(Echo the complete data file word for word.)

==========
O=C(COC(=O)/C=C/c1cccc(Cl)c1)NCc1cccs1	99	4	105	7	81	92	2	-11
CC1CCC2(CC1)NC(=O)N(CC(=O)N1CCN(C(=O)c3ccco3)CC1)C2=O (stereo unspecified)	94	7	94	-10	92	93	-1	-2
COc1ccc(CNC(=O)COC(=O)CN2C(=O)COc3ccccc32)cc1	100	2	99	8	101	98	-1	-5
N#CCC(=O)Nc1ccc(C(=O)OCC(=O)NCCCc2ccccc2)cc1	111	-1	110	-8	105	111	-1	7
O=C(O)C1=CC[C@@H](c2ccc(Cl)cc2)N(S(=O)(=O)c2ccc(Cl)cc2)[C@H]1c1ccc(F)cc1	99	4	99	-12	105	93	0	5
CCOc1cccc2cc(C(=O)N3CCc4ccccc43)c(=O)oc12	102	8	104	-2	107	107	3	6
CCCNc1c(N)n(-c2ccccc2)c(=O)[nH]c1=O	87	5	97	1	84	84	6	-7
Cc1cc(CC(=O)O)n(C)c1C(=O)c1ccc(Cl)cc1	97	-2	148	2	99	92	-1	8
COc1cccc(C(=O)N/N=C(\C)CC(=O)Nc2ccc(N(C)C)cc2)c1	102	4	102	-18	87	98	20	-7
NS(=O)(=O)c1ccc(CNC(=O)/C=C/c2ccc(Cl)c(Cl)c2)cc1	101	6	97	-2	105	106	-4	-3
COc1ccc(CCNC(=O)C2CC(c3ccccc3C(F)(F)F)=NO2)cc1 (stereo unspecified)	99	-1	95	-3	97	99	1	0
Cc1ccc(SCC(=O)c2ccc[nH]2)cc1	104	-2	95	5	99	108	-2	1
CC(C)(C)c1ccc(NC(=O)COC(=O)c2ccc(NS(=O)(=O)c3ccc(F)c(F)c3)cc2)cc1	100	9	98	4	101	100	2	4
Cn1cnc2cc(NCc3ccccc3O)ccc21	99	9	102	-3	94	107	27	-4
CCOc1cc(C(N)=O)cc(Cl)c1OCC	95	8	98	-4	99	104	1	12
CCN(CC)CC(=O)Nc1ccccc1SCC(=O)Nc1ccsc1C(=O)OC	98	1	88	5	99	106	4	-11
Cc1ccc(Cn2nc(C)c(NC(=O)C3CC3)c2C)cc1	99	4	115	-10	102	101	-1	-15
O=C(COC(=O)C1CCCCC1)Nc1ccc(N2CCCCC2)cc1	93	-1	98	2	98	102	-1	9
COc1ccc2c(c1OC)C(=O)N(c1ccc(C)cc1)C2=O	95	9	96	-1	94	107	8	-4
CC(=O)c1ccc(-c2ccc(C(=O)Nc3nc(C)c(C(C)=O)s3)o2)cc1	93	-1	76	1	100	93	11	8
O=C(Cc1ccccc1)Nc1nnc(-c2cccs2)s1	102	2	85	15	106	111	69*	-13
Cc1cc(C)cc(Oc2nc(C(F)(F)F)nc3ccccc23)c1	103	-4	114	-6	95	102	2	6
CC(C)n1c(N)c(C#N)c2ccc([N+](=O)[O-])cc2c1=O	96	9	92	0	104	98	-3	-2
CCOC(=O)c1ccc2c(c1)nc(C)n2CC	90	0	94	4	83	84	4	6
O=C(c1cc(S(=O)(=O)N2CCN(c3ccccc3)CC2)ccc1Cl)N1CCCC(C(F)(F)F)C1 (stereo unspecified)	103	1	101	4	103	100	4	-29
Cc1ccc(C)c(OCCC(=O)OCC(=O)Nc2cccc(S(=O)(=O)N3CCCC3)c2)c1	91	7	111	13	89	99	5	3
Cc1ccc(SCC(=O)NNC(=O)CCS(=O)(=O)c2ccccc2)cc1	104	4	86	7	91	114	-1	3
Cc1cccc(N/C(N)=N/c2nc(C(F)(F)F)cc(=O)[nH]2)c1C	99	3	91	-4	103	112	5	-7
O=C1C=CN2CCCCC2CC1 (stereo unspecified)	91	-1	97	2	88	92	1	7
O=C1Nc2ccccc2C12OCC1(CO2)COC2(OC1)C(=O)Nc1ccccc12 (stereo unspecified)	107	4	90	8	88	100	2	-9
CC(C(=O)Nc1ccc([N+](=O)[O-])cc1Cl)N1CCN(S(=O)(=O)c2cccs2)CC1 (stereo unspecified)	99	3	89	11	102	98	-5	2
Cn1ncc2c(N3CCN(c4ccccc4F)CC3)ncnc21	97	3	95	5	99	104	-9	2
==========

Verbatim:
O=C(COC(=O)/C=C/c1cccc(Cl)c1)NCc1cccs1	99	4	105	7	81	92	2	-11
CC1CCC2(CC1)NC(=O)N(CC(=O)N1CCN(C(=O)c3ccco3)CC1)C2=O (stereo unspecified)	94	7	94	-10	92	93	-1	-2
COc1ccc(CNC(=O)COC(=O)CN2C(=O)COc3ccccc32)cc1	100	2	99	8	101	98	-1	-5
N#CCC(=O)Nc1ccc(C(=O)OCC(=O)NCCCc2ccccc2)cc1	111	-1	110	-8	105	111	-1	7
O=C(O)C1=CC[C@@H](c2ccc(Cl)cc2)N(S(=O)(=O)c2ccc(Cl)cc2)[C@H]1c1ccc(F)cc1	99	4	99	-12	105	93	0	5
CCOc1cccc2cc(C(=O)N3CCc4ccccc43)c(=O)oc12	102	8	104	-2	107	107	3	6
CCCNc1c(N)n(-c2ccccc2)c(=O)[nH]c1=O	87	5	97	1	84	84	6	-7
Cc1cc(CC(=O)O)n(C)c1C(=O)c1ccc(Cl)cc1	97	-2	148	2	99	92	-1	8
COc1cccc(C(=O)N/N=C(\C)CC(=O)Nc2ccc(N(C)C)cc2)c1	102	4	102	-18	87	98	20	-7
NS(=O)(=O)c1ccc(CNC(=O)/C=C/c2ccc(Cl)c(Cl)c2)cc1	101	6	97	-2	105	106	-4	-3
COc1ccc(CCNC(=O)C2CC(c3ccccc3C(F)(F)F)=NO2)cc1 (stereo unspecified)	99	-1	95	-3	97	99	1	0
Cc1ccc(SCC(=O)c2ccc[nH]2)cc1	104	-2	95	5	99	108	-2	1
CC(C)(C)c1ccc(NC(=O)COC(=O)c2ccc(NS(=O)(=O)c3ccc(F)c(F)c3)cc2)cc1	100	9	98	4	101	100	2	4
Cn1cnc2cc(NCc3ccccc3O)ccc21	99	9	102	-3	94	107	27	-4
CCOc1cc(C(N)=O)cc(Cl)c1OCC	95	8	98	-4	99	104	1	12
CCN(CC)CC(=O)Nc1ccccc1SCC(=O)Nc1ccsc1C(=O)OC	98	1	88	5	99	106	4	-11
Cc1ccc(Cn2nc(C)c(NC(=O)C3CC3)c2C)cc1	99	4	115	-10	102	101	-1	-15
O=C(COC(=O)C1CCCCC1)Nc1ccc(N2CCCCC2)cc1	93	-1	98	2	98	102	-1	9
COc1ccc2c(c1OC)C(=O)N(c1ccc(C)cc1)C2=O	95	9	96	-1	94	107	8	-4
CC(=O)c1ccc(-c2ccc(C(=O)Nc3nc(C)c(C(C)=O)s3)o2)cc1	93	-1	76	1	100	93	11	8
O=C(Cc1ccccc1)Nc1nnc(-c2cccs2)s1	102	2	85	15	106	111	69*	-13
Cc1cc(C)cc(Oc2nc(C(F)(F)F)nc3ccccc23)c1	103	-4	114	-6	95	102	2	6
CC(C)n1c(N)c(C#N)c2ccc([N+](=O)[O-])cc2c1=O	96	9	92	0	104	98	-3	-2
CCOC(=O)c1ccc2c(c1)nc(C)n2CC	90	0	94	4	83	84	4	6
O=C(c1cc(S(=O)(=O)N2CCN(c3ccccc3)CC2)ccc1Cl)N1CCCC(C(F)(F)F)C1 (stereo unspecified)	103	1	101	4	103	100	4	-29
Cc1ccc(C)c(OCCC(=O)OCC(=O)Nc2cccc(S(=O)(=O)N3CCCC3)c2)c1	91	7	111	13	89	99	5	3
Cc1ccc(SCC(=O)NNC(=O)CCS(=O)(=O)c2ccccc2)cc1	104	4	86	7	91	114	-1	3
Cc1cccc(N/C(N)=N/c2nc(C(F)(F)F)cc(=O)[nH]2)c1C	99	3	91	-4	103	112	5	-7
O=C1C=CN2CCCCC2CC1 (stereo unspecified)	91	-1	97	2	88	92	1	7
O=C1Nc2ccccc2C12OCC1(CO2)COC2(OC1)C(=O)Nc1ccccc12 (stereo unspecified)	107	4	90	8	88	100	2	-9
CC(C(=O)Nc1ccc([N+](=O)[O-])cc1Cl)N1CCN(S(=O)(=O)c2cccs2)CC1 (stereo unspecified)	99	3	89	11	102	98	-5	2
Cn1ncc2c(N3CCN(c4ccccc4F)CC3)ncnc21	97	3	95	5	99	104	-9	2